Recent Landmark Supreme Court Decision
by Philip O’Sullivan
The recent Supreme Court decision, Osborne v Auckland Council has finally ended a great deal of confusion, heartache and needless cost to affected homeowners over the last 12 years, brought about by the Building Acts 1991 & 2004 limitation clauses; 10 years from the date of the act or omission on which the proceedings are based, being different to s14(a) the Weathertight Homes Resolution Services Acts 2002 & 2006 (WHRSA), which says that the claim must be made within 10 years of the house being built.
The Osbornes purchased a new home in 1997. Construction work on the house had been substantially completed in August 1996 and final code compliance certificate was issued during April 1997. The house began to leak in late 1997 and repairs were subsequently carried out. These repairs were not effective. They then applied for an Assessor’s report under the WHRSA in February 2007. This report found that the house became habitable on or around 15 August 1996 and was therefore outside the eligibility criterion specified in s14(a) of the WHRSA.
On the basis of this report, the chief executive of the Ministry of Business, Innovation and Employment determined that the appellants’ claim was not eligible. After various appeals the matter found its way to the Supreme Court which has held that in effect the date of issuance of the final CCC is the date the home was “built”, effectively removing this confusion. This is good news for the affected homeowners who also had their claims declined due to this technicality, but bad news for Councils and rate-payers. These homeowners can complete their claim and now also apply for the Financial Assistance Package.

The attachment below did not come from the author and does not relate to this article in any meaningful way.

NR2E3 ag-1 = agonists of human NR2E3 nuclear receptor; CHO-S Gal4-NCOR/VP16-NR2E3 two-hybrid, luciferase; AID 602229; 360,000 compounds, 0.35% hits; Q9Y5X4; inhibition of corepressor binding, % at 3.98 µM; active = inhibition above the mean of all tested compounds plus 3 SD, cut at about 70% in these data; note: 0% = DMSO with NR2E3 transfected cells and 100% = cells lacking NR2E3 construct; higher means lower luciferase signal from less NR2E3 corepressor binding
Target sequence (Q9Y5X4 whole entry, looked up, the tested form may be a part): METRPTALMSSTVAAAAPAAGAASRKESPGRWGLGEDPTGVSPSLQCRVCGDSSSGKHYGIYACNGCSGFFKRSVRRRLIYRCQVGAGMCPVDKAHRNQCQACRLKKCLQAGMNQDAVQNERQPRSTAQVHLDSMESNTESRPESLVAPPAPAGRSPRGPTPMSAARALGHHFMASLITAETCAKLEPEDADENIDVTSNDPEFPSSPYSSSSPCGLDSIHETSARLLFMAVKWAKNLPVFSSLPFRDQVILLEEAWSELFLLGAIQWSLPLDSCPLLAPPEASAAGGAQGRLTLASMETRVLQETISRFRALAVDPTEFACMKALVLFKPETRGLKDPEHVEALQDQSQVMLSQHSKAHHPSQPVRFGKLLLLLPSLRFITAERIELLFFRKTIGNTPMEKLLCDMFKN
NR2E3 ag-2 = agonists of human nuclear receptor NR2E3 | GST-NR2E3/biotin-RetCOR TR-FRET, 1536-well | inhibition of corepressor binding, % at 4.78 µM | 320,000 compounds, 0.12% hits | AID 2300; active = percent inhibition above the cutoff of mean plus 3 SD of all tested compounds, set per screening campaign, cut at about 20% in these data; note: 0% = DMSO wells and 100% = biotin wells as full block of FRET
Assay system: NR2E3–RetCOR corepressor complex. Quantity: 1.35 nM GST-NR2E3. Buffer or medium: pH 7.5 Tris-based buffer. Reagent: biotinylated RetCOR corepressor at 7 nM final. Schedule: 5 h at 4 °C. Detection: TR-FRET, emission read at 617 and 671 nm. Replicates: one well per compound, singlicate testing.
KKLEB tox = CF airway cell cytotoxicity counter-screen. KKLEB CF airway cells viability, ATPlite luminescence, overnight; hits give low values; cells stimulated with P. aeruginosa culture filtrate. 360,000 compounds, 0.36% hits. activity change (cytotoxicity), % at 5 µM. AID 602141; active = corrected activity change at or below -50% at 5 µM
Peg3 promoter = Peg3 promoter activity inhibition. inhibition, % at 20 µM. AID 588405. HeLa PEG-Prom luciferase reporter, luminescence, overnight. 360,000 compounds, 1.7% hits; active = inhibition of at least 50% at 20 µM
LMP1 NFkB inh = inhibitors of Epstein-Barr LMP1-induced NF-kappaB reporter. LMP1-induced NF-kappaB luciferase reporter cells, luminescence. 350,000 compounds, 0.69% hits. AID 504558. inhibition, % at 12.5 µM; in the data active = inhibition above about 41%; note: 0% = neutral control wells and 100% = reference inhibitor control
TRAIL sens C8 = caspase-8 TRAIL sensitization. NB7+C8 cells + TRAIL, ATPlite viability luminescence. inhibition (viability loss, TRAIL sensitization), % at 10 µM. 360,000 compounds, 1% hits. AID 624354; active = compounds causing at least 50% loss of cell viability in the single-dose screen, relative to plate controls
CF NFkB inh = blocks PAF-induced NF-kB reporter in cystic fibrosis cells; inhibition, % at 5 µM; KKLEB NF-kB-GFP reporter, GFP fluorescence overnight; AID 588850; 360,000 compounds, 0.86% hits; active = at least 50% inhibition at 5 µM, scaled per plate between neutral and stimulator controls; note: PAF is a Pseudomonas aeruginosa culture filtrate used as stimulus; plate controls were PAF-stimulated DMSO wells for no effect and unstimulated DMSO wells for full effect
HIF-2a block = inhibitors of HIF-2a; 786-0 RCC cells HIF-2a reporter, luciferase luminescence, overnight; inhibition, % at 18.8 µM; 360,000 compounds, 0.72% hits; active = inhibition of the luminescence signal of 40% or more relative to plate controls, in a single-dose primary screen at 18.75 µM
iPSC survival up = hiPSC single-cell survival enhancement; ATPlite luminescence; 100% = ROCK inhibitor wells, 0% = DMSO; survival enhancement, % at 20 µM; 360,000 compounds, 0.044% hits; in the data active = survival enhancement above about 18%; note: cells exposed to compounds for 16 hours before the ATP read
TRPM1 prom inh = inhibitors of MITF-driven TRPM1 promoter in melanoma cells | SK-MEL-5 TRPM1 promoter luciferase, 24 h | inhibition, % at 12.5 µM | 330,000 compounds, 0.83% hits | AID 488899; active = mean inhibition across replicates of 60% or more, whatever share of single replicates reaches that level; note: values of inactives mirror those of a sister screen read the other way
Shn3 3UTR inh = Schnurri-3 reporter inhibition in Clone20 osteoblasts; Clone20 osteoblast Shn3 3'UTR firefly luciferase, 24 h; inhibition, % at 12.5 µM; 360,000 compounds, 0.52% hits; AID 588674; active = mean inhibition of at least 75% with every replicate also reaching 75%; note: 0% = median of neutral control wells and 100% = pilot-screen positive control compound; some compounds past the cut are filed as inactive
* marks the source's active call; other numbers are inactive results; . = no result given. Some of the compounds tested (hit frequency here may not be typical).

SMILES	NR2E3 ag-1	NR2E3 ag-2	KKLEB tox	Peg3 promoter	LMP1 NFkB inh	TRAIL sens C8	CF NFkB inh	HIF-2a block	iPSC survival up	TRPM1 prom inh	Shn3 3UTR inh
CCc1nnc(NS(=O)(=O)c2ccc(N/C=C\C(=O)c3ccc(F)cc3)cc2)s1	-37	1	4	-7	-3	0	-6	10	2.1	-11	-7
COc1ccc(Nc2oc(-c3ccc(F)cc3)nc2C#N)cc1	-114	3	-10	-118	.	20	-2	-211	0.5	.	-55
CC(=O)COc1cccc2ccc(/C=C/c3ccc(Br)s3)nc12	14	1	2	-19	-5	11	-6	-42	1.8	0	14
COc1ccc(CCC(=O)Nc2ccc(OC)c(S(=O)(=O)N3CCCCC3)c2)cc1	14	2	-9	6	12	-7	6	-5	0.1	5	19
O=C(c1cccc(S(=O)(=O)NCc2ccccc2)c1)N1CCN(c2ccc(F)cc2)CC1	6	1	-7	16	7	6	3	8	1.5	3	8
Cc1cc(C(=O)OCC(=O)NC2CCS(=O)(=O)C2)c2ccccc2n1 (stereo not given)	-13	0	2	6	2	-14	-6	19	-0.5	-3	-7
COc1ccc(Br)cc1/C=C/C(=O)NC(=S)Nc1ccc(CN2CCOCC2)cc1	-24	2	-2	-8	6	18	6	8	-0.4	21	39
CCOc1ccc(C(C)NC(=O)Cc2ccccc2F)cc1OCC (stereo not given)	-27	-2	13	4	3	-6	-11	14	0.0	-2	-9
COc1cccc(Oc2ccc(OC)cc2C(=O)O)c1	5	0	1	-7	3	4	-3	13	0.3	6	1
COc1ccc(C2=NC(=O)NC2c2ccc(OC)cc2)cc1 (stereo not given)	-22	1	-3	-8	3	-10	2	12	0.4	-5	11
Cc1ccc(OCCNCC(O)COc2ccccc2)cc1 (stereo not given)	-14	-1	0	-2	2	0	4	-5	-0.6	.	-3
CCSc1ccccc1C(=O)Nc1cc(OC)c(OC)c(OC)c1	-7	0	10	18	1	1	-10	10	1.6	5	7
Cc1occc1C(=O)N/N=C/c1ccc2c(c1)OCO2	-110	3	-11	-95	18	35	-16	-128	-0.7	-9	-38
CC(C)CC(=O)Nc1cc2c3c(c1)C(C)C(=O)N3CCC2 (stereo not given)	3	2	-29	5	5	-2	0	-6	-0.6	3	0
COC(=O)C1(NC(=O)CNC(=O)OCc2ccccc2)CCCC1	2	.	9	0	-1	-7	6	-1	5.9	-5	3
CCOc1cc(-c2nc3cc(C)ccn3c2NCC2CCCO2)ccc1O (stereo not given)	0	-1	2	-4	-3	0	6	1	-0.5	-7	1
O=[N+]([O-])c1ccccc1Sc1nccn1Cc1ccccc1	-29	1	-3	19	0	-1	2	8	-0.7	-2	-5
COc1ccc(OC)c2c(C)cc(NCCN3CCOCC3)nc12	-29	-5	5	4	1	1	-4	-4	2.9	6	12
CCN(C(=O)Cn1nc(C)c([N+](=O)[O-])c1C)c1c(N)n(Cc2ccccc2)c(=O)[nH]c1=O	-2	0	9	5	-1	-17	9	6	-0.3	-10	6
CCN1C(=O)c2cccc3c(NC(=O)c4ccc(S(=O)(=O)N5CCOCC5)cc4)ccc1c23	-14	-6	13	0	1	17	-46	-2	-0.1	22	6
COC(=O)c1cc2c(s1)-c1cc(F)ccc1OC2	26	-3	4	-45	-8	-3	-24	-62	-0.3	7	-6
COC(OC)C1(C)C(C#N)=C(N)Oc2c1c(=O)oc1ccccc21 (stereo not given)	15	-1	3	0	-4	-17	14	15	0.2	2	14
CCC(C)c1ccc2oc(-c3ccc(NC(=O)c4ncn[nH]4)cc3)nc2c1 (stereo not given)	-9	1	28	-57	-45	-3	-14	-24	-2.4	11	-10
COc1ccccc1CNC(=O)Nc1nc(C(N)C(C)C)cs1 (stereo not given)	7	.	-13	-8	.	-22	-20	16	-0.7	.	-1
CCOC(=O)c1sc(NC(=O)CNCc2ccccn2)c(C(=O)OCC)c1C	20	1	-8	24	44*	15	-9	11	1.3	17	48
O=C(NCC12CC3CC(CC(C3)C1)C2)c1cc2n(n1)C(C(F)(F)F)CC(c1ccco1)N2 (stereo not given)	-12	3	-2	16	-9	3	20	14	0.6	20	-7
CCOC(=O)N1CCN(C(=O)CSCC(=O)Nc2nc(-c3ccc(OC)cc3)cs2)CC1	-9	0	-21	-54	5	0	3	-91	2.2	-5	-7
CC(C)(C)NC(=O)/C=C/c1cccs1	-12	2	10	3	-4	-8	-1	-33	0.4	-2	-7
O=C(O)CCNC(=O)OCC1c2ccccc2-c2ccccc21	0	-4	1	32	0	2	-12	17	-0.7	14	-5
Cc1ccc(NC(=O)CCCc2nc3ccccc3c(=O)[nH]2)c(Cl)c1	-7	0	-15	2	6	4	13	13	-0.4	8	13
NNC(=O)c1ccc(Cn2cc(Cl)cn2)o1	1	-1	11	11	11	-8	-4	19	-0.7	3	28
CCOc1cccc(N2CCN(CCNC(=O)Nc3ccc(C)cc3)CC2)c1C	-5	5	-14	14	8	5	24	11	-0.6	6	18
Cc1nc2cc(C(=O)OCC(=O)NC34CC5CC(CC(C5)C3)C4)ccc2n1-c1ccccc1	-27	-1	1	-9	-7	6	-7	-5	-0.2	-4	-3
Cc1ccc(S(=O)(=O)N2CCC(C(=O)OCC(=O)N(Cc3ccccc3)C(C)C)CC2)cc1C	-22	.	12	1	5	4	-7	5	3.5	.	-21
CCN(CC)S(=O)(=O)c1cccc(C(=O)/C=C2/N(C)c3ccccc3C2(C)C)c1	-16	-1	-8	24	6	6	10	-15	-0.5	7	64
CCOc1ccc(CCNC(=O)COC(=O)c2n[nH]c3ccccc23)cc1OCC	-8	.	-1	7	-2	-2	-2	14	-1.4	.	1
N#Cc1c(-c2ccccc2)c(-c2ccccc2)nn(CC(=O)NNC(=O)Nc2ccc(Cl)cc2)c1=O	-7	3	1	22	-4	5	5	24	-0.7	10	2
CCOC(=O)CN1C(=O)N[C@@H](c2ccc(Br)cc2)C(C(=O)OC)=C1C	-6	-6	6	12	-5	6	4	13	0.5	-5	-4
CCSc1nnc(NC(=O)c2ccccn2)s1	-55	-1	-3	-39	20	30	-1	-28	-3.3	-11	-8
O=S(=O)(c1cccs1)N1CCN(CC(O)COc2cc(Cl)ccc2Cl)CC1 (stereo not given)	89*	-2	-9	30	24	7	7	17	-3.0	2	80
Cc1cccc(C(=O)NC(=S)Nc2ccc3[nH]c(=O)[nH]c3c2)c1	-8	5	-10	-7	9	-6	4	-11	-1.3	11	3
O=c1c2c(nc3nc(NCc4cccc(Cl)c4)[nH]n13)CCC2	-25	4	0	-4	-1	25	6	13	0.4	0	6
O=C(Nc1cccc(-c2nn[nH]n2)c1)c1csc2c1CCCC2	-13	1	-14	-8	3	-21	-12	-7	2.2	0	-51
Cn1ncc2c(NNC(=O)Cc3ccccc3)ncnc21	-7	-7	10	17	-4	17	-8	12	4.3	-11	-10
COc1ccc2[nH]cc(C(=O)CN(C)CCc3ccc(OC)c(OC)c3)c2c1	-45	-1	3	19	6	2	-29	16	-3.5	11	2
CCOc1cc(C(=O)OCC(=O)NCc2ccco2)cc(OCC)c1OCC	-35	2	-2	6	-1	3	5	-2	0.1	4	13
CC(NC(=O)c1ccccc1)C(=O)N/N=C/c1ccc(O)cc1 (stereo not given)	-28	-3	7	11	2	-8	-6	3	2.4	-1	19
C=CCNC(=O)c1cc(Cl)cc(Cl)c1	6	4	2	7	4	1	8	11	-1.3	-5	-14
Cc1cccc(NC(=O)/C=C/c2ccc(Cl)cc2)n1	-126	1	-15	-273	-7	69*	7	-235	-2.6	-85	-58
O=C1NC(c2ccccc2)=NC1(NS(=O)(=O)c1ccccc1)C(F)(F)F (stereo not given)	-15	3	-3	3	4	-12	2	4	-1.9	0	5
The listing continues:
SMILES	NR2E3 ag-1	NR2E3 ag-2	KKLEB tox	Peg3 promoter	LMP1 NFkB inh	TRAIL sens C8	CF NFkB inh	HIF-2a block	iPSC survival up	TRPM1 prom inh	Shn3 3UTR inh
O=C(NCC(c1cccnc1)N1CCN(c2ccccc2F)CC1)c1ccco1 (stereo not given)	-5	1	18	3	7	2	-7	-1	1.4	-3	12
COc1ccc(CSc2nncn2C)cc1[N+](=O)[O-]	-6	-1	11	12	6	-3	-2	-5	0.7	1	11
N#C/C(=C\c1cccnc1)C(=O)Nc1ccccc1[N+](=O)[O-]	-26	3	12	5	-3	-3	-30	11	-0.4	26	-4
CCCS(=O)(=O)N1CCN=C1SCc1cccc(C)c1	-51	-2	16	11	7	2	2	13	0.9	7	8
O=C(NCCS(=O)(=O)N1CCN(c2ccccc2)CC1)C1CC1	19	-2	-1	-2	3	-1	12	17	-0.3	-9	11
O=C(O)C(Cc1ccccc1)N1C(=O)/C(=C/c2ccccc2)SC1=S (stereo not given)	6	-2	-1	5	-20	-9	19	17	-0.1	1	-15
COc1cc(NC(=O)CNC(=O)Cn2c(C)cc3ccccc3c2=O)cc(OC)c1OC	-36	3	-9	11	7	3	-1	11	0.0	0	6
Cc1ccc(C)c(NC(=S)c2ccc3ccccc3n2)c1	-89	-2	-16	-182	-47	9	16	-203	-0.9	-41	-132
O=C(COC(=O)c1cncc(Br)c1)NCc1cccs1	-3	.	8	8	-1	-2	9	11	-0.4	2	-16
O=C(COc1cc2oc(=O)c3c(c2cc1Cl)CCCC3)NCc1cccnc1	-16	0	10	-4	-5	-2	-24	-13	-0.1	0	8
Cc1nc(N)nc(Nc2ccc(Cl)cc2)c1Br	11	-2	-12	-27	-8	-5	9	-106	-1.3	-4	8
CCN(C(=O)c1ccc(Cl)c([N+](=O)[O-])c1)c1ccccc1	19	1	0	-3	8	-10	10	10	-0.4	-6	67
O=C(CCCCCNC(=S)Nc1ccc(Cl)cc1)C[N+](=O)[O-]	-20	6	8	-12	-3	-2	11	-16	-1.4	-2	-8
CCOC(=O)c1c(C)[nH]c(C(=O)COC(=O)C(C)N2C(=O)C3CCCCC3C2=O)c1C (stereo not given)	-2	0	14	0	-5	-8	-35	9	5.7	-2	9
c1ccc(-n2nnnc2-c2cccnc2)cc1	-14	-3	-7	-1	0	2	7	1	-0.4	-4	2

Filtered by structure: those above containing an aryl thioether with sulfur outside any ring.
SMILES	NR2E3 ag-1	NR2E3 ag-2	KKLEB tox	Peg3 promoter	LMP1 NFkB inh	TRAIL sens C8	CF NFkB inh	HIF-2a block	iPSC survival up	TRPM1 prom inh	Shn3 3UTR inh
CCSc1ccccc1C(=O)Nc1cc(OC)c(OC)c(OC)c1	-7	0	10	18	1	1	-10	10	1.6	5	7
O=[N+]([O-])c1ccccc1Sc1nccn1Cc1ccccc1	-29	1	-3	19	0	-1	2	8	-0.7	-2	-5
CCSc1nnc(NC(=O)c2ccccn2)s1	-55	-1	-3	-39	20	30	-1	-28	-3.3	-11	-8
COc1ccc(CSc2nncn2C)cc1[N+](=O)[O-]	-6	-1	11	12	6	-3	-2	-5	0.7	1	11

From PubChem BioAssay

The NZ Herald reported on June 11 “The Osbornes’ lawyer Tim Rainey said yesterday the judgment meant there were potentially 369 claimants previously deemed ineligible who could push for a re-hearing. But today Ministry of Business, Innovation and Employment resolution services general manager Adrienne Meikle said “upon examination, we believe that yesterday’s decision only affects a small number of past claimants and we would welcome any of those past claimants who think they are affected by this decision to contact us. All current and future claims received will now have the Supreme Court decision applied to them. At this stage, we are unable to quantify how many future claims we may now receive as a consequence of the Supreme Court’s decision, however [the ministry] has adequate resources to address any increase in future claims,” she said. “Yesterday’s judgment in the Osborne case means that we now have certainty on the meaning of the word ‘built’ in relation to claims bought under the Weathertight Homes Resolution Services Act.” Ms Meikle said the Supreme Court decision meant there was now “certainty” over when the 10-year period began.”
However it should be remembered that the 10 year long stop provision runs from the date of the “act or omission” so in the Osbornes case they will likely only have one party to sue, and that is the Council.
Please note that the above information is not intended as legal advice and rather is the opinion of the writer. If you need any further advice on this matter please contact us.